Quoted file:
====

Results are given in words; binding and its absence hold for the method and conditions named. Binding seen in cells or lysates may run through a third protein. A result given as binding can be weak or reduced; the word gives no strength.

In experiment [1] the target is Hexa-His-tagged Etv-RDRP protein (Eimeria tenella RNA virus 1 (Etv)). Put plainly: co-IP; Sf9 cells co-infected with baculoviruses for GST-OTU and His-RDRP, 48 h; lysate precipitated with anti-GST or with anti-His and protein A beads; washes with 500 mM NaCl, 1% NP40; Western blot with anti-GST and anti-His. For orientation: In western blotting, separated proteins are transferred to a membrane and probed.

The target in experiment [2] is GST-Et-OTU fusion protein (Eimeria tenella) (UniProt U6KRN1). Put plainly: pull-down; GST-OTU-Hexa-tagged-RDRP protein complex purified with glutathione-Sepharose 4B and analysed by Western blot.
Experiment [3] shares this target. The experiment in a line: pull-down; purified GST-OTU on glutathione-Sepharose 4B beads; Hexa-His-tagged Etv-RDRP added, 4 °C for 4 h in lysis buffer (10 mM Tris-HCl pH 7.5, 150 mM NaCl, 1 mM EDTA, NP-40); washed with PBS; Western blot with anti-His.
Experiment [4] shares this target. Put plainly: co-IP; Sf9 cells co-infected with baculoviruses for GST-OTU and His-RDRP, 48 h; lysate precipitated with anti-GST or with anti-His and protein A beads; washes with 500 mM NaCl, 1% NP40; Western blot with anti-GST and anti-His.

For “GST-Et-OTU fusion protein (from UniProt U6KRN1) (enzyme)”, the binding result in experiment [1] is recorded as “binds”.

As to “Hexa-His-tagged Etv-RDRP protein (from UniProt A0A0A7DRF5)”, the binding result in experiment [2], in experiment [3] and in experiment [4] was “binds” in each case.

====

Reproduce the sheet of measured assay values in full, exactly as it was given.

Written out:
Results are given in words; binding and its absence hold for the method and conditions named. Binding seen in cells or lysates may run through a third protein. A result given as binding can be weak or reduced; the word gives no strength.

In experiment [1] the target is Hexa-His-tagged Etv-RDRP protein (Eimeria tenella RNA virus 1 (Etv)). Put plainly: co-IP; Sf9 cells co-infected with baculoviruses for GST-OTU and His-RDRP, 48 h; lysate precipitated with anti-GST or with anti-His and protein A beads; washes with 500 mM NaCl, 1% NP40; Western blot with anti-GST and anti-His. For orientation: In western blotting, separated proteins are transferred to a membrane and probed.

The target in experiment [2] is GST-Et-OTU fusion protein (Eimeria tenella) (UniProt U6KRN1). Put plainly: pull-down; GST-OTU-Hexa-tagged-RDRP protein complex purified with glutathione-Sepharose 4B and analysed by Western blot.
Experiment [3] shares this target. The experiment in a line: pull-down; purified GST-OTU on glutathione-Sepharose 4B beads; Hexa-His-tagged Etv-RDRP added, 4 °C for 4 h in lysis buffer (10 mM Tris-HCl pH 7.5, 150 mM NaCl, 1 mM EDTA, NP-40); washed with PBS; Western blot with anti-His.
Experiment [4] shares this target. Put plainly: co-IP; Sf9 cells co-infected with baculoviruses for GST-OTU and His-RDRP, 48 h; lysate precipitated with anti-GST or with anti-His and protein A beads; washes with 500 mM NaCl, 1% NP40; Western blot with anti-GST and anti-His.

For “GST-Et-OTU fusion protein (from UniProt U6KRN1) (enzyme)”, the binding result in experiment [1] is recorded as “binds”.

As to “Hexa-His-tagged Etv-RDRP protein (from UniProt A0A0A7DRF5)”, the binding result in experiment [2], in experiment [3] and in experiment [4] was “binds” in each case.